Clearly, completing a well constructed hotel-conference – parking deck with a proper foundation is important. Outside of a few (badly needed, in my opinion) fascade improvements, the deck is nearly completed and its 500 spaces will be a welcome addition late next spring.
The Marriott will be the biggest economic development driver in Uptown, so bad soil or not, the parking deck needed to be built.
The bad soil experience show that large projects like Uptown can create large unexpected expenses.
And that’s precisely why I opposed construction of the water feature.
I had the opportunity to participate in a meeting Friday to begin discussing ideas for turning the Town-owned Underwood House at 900 South Linden into an educational showcase for the latest in applied green energy technology.
Meeting participants included a local builder, Town staff, environmental educators from Heartland Community College and Illinois State University, and Farr and Associates.
At the council’s Nov. 17 meeting, we hired Farr and Associates of Chicago to conduct a feasibility study. While I stated my vote for the feasibility study should not be interpreted as a vote for further funding, I am convinced there is tremendous potential.
I can easily envision educational benefits for school children, college students, homeowners, residential and commercial property owners, and buiding industry professionals, if the Underwood House project moves forward.
Based on what I heard at the meeting, I am also confident in the potential for receiving the necessary funding from entities supporting renewable energy.
People really are watching what our community is up to in this area of energy conservation, renewables, and sustainability.
A demonstration house that stays at the cutting edge of green technology can demonstrate to citizens how they can adapt their homes to save on energy consumption and how much they can save on their utility bills. With ISU and Heartland’s emphasis on renewable energy research and education, the possibilities are exciting.
We discussed how energy saving technologies could be demonstrated and tested at Underwood House. I left the meeting confident in Farr’s competence and committment to develop a workable feasibilty plan incorporating the suggestions of a broad range of stakeholders.
There’s no question that the next Congress will consider climate change legislation that may include mandatory reductions in CO2 and other greenhouse gas emissions and some sort of cap and trade program. This week, California passed its own program.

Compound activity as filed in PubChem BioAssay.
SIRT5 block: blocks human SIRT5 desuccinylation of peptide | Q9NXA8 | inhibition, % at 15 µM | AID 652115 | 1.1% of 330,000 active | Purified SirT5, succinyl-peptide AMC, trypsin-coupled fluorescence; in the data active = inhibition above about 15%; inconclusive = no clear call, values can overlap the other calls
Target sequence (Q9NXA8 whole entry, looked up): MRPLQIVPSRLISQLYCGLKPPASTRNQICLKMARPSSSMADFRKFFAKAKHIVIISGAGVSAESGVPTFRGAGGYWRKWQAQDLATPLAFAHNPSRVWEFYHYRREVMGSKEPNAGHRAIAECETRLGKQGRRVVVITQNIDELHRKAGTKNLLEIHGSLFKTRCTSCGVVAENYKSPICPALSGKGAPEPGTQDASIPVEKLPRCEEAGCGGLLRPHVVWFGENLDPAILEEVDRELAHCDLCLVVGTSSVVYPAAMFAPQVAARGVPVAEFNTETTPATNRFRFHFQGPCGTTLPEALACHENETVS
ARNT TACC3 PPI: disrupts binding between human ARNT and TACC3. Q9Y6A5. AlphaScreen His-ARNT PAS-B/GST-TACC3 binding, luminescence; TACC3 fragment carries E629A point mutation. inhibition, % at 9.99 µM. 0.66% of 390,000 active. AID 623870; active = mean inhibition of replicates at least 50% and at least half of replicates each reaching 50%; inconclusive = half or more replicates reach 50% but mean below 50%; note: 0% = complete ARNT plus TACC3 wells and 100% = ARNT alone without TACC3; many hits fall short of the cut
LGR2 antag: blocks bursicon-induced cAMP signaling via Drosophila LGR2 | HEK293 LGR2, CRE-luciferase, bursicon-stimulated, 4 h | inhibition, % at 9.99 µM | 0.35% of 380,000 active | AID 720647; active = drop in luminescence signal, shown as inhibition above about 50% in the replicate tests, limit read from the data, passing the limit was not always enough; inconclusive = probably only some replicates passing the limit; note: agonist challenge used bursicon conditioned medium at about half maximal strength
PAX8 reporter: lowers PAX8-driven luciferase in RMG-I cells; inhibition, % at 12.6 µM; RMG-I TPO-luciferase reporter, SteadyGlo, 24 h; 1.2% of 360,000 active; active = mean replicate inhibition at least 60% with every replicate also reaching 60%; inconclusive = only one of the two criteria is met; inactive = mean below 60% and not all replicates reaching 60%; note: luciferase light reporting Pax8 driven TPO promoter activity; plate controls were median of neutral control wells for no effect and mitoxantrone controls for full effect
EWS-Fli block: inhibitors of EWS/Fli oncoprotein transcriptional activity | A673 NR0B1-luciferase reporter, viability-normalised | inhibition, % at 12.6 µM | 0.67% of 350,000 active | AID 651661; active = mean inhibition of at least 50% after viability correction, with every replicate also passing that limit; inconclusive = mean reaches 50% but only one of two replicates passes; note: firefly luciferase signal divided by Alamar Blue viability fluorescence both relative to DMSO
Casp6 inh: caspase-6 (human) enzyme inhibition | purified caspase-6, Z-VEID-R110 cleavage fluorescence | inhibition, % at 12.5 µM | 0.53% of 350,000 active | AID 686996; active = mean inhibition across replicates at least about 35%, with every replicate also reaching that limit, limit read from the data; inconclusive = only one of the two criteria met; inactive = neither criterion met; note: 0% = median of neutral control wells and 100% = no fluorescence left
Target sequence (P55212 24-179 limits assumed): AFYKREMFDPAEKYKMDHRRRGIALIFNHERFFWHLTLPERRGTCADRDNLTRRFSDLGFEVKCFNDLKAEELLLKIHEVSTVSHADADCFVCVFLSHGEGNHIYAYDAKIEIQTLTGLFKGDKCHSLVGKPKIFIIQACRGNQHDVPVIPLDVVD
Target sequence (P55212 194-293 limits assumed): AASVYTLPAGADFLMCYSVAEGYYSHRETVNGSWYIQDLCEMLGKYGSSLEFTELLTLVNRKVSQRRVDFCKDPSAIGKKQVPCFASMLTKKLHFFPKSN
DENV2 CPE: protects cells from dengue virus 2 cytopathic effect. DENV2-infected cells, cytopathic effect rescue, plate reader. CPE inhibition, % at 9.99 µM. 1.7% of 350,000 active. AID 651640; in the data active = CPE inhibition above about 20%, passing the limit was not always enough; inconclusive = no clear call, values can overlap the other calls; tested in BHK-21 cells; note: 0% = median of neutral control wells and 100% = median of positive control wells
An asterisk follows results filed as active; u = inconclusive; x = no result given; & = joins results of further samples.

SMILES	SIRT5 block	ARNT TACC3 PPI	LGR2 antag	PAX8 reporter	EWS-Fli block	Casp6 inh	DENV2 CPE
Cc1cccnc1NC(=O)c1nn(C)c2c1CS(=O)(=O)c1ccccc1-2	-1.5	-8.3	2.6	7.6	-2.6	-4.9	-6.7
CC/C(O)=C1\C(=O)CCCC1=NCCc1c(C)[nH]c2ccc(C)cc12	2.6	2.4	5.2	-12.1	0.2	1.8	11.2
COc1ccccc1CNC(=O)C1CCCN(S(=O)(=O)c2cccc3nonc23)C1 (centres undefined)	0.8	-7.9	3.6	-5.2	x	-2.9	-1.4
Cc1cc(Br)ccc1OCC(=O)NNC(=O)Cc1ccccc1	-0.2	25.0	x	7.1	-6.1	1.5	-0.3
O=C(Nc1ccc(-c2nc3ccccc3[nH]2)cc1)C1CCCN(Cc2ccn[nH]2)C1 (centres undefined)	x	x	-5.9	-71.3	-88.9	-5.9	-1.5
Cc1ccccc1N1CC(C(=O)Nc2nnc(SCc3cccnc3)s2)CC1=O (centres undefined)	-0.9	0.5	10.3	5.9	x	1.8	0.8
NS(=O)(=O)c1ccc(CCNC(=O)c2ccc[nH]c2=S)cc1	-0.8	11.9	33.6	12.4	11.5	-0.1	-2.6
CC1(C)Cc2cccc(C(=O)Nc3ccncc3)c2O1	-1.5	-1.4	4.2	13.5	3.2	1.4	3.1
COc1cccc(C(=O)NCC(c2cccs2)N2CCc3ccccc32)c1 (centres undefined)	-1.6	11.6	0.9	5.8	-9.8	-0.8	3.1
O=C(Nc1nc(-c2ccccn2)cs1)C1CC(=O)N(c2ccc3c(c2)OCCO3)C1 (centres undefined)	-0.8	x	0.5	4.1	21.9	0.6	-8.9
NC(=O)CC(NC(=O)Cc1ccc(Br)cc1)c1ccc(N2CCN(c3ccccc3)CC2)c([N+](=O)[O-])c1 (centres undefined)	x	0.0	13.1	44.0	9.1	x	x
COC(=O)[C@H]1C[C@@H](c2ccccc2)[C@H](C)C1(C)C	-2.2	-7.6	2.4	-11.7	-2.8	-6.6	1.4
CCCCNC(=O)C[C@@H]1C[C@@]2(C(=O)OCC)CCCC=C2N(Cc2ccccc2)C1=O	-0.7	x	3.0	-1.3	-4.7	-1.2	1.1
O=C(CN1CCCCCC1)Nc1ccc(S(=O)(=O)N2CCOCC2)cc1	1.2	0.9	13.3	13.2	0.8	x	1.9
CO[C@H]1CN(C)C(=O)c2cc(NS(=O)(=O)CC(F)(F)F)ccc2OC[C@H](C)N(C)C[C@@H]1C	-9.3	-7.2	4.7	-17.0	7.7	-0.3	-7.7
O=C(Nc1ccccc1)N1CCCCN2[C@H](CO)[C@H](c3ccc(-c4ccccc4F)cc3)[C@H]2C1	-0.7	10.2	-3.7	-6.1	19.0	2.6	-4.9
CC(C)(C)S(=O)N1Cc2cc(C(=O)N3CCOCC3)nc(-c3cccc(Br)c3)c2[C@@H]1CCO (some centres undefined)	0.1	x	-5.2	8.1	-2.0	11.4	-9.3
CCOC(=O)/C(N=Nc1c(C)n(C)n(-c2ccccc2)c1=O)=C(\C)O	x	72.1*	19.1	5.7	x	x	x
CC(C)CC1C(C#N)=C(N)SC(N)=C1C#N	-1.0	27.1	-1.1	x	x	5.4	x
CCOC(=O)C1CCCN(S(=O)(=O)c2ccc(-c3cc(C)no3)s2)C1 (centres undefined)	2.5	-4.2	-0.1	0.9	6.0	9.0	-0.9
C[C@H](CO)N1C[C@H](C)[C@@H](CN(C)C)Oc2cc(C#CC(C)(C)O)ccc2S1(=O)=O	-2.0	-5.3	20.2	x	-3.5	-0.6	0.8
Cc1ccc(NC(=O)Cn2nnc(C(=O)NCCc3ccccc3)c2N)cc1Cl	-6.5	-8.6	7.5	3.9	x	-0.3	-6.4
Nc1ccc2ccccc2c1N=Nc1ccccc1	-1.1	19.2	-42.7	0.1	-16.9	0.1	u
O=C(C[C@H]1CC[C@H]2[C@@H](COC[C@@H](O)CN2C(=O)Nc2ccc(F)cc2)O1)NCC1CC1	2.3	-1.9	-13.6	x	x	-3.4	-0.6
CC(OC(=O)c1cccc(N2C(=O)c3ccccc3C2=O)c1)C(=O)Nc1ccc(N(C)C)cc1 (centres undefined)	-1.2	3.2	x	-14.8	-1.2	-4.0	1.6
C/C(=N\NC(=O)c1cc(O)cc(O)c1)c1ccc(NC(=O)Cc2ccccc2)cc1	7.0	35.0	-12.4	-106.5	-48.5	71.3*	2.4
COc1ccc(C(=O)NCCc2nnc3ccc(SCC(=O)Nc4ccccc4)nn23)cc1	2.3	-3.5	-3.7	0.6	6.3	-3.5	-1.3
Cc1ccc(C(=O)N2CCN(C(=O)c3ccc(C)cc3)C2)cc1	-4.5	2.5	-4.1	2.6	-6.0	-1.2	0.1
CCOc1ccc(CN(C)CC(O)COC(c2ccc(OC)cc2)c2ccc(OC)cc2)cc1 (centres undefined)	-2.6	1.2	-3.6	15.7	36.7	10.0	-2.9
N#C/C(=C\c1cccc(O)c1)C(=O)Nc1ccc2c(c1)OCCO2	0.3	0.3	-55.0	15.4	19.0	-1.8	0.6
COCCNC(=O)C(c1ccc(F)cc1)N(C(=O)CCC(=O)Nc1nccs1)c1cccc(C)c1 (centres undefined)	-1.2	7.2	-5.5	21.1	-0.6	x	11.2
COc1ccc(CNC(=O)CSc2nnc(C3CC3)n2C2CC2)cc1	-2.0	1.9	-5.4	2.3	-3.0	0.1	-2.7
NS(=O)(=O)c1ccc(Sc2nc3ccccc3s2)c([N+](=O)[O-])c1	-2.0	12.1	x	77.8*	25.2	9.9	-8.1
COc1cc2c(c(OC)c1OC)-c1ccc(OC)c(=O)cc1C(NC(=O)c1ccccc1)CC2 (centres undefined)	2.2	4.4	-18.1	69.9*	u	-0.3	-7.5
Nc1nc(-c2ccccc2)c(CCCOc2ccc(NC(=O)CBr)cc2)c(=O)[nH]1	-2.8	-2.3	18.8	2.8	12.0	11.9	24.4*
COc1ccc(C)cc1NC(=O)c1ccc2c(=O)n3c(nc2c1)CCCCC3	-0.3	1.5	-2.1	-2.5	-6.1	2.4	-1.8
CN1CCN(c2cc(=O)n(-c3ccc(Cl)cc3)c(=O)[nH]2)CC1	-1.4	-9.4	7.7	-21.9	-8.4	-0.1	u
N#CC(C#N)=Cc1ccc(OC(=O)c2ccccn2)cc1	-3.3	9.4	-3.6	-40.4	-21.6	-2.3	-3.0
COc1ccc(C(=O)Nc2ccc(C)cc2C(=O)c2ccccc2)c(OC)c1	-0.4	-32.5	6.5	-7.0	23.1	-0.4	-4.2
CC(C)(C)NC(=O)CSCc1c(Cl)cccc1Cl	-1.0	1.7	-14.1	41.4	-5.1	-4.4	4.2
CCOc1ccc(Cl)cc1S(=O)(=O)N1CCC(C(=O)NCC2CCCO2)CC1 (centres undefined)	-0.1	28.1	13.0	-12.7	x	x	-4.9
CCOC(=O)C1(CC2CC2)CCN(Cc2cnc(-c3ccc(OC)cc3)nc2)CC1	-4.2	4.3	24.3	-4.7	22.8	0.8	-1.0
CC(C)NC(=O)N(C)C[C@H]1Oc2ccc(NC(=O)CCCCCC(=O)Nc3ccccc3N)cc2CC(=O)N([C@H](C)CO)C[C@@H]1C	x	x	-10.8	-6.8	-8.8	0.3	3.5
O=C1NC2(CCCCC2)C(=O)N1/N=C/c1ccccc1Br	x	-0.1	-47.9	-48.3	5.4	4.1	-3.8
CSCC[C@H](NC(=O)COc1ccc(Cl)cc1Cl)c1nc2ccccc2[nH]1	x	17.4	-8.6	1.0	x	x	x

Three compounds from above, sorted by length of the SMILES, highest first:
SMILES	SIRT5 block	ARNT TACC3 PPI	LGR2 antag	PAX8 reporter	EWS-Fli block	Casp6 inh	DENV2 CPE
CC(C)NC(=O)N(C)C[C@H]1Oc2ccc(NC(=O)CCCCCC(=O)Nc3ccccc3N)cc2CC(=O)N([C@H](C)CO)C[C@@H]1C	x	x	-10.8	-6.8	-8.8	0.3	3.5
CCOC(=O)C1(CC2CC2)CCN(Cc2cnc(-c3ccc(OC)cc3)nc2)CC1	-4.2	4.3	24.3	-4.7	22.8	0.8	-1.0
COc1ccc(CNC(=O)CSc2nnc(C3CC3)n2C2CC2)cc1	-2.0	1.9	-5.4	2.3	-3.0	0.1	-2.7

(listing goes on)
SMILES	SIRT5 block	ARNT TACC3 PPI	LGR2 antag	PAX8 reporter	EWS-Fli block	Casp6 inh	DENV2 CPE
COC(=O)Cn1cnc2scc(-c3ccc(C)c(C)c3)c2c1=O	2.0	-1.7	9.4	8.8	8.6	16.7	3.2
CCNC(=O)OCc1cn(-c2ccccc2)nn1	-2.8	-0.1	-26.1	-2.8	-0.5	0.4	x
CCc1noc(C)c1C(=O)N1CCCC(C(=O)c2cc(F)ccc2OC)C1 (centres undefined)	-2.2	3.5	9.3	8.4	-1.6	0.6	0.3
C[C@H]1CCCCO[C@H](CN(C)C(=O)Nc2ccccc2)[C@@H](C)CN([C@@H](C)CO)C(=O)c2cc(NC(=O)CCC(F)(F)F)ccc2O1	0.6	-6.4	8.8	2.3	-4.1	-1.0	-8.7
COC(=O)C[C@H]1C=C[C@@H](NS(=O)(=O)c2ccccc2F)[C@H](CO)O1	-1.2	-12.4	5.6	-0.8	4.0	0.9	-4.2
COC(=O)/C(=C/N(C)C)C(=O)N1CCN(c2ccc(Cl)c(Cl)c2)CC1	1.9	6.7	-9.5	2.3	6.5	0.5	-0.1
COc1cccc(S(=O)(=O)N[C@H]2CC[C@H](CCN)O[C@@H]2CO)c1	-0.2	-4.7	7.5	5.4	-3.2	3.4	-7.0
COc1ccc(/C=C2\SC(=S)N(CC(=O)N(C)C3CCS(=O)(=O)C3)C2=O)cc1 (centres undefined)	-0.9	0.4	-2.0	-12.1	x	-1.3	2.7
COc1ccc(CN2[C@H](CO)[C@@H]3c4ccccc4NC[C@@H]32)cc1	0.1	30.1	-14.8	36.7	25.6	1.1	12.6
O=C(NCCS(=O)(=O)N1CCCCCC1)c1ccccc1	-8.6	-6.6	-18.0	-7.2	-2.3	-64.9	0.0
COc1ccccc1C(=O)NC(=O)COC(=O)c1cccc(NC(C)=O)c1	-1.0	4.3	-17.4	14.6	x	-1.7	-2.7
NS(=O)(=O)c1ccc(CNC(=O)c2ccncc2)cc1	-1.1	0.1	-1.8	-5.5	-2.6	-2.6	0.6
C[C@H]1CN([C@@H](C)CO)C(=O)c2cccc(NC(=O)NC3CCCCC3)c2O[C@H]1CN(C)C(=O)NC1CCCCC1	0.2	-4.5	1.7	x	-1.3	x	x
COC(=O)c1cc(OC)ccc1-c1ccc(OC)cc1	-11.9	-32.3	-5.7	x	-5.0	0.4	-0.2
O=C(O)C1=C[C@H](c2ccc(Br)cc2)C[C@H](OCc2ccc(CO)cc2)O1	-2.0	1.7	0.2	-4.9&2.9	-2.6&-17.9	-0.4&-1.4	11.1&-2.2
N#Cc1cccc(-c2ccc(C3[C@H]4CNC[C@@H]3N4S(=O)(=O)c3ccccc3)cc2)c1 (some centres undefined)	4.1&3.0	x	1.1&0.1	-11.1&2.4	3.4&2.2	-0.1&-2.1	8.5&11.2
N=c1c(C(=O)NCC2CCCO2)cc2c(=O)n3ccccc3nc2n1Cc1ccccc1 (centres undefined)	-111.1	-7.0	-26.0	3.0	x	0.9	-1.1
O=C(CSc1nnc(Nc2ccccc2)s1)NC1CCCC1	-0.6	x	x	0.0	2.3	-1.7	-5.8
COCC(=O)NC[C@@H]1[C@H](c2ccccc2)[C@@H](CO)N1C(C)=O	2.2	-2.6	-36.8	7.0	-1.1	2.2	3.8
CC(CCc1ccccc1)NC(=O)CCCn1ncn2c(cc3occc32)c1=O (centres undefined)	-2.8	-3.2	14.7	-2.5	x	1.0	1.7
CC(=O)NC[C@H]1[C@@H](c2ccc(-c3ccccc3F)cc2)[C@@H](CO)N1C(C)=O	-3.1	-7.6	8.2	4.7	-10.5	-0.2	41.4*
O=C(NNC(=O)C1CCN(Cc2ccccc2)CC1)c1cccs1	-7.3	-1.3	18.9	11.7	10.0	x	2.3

This issue is not going away.
This is the one of the most amazing and riveting court documents I’ve ever read.
I’ve paged through it a few times, and I find it unbelievable that a governor of the state of Illinois could spend so much time working against the clock, scheming different ways to shake down hospital executives, contractors, newspapers, and other politicians. The criminal complaint describes a governor who is completely obsessed with leveraging every project, every decision, every waking moment for campaign cash, a new job, or a corporate directorship for his wife.
Gov. Pay to Play races to collect as much cash as possible before Jan. 1 when new ethics laws take effect. He’s looking feverishly for a new job or a place to “parachute” if the legislature begins impeachment hearings. He is fixated on extorting the firings of newspaper editorial writers.
He planted a “for sale” sign on the open U.S. senate seat, but if he couldn’t get anything tangible upfront, he’d take it himself and resurrect his career for a 2016 presidential run.
You’ve heard the details and watched the news coverage. I applaud the U.S. Attorney for arresting the governor now before the nut could commit any more crimes or do any more damage to our state.
I shared the outrage of Mr. Fitzgerald when he said “the conduct was enough to make Lincoln turn over in his grave.” And I feel terrible for the state of politics in Illinois. We need more than a political house cleaning. We need a disinfecting. We need Patrick Fitzgerald to stay on the job until the job is finished.
Meanwhile the governor says on tape that he feels “stuck” in his job and doesn’t know how he can face another two years as governor.
Please, do yourself and the citizens of Illinois a favor, sir.
Unstick yourself and resign.